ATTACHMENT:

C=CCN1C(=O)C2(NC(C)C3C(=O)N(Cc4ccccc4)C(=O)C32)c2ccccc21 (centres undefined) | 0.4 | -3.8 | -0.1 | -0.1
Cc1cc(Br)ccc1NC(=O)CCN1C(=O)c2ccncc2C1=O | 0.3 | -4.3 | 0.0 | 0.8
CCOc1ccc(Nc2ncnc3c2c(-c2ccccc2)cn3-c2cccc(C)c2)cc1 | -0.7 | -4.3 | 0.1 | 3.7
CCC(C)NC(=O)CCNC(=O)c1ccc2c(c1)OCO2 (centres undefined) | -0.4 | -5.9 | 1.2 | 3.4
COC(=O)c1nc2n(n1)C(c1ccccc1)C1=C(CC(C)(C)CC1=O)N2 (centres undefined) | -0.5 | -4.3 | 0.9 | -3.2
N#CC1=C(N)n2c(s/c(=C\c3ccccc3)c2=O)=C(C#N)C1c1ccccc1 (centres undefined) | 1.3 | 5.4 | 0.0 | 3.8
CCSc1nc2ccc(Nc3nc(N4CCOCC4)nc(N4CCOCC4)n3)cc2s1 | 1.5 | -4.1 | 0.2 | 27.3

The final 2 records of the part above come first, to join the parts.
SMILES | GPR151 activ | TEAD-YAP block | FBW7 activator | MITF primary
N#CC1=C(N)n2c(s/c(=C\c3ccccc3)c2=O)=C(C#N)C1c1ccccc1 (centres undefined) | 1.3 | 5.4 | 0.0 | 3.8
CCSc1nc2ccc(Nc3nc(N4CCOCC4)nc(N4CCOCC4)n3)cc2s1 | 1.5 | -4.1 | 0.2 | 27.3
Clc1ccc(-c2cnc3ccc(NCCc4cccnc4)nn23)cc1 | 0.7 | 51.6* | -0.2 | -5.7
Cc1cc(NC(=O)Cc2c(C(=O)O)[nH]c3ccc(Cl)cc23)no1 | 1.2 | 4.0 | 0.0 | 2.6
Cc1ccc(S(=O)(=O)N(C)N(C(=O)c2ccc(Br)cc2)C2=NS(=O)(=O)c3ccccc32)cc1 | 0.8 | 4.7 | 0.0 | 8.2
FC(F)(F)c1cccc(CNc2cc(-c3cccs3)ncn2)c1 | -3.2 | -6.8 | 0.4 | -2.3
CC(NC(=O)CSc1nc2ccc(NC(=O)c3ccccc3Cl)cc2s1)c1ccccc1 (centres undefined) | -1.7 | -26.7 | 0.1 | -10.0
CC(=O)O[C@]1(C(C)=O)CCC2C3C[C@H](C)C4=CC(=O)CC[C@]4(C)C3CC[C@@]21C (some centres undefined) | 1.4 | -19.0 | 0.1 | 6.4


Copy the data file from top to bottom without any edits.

C=CCN1C(=O)C2(NC(C)C3C(=O)N(Cc4ccccc4)C(=O)C32)c2ccccc21 (centres undefined) | 0.4 | -3.8 | -0.1 | -0.1
Cc1cc(Br)ccc1NC(=O)CCN1C(=O)c2ccncc2C1=O | 0.3 | -4.3 | 0.0 | 0.8
CCOc1ccc(Nc2ncnc3c2c(-c2ccccc2)cn3-c2cccc(C)c2)cc1 | -0.7 | -4.3 | 0.1 | 3.7
CCC(C)NC(=O)CCNC(=O)c1ccc2c(c1)OCO2 (centres undefined) | -0.4 | -5.9 | 1.2 | 3.4
COC(=O)c1nc2n(n1)C(c1ccccc1)C1=C(CC(C)(C)CC1=O)N2 (centres undefined) | -0.5 | -4.3 | 0.9 | -3.2
N#CC1=C(N)n2c(s/c(=C\c3ccccc3)c2=O)=C(C#N)C1c1ccccc1 (centres undefined) | 1.3 | 5.4 | 0.0 | 3.8
CCSc1nc2ccc(Nc3nc(N4CCOCC4)nc(N4CCOCC4)n3)cc2s1 | 1.5 | -4.1 | 0.2 | 27.3

The final 2 records of the part above come first, to join the parts.
SMILES | GPR151 activ | TEAD-YAP block | FBW7 activator | MITF primary
N#CC1=C(N)n2c(s/c(=C\c3ccccc3)c2=O)=C(C#N)C1c1ccccc1 (centres undefined) | 1.3 | 5.4 | 0.0 | 3.8
CCSc1nc2ccc(Nc3nc(N4CCOCC4)nc(N4CCOCC4)n3)cc2s1 | 1.5 | -4.1 | 0.2 | 27.3
Clc1ccc(-c2cnc3ccc(NCCc4cccnc4)nn23)cc1 | 0.7 | 51.6* | -0.2 | -5.7
Cc1cc(NC(=O)Cc2c(C(=O)O)[nH]c3ccc(Cl)cc23)no1 | 1.2 | 4.0 | 0.0 | 2.6
Cc1ccc(S(=O)(=O)N(C)N(C(=O)c2ccc(Br)cc2)C2=NS(=O)(=O)c3ccccc32)cc1 | 0.8 | 4.7 | 0.0 | 8.2
FC(F)(F)c1cccc(CNc2cc(-c3cccs3)ncn2)c1 | -3.2 | -6.8 | 0.4 | -2.3
CC(NC(=O)CSc1nc2ccc(NC(=O)c3ccccc3Cl)cc2s1)c1ccccc1 (centres undefined) | -1.7 | -26.7 | 0.1 | -10.0
CC(=O)O[C@]1(C(C)=O)CCC2C3C[C@H](C)C4=CC(=O)CC[C@]4(C)C3CC[C@@]21C (some centres undefined) | 1.4 | -19.0 | 0.1 | 6.4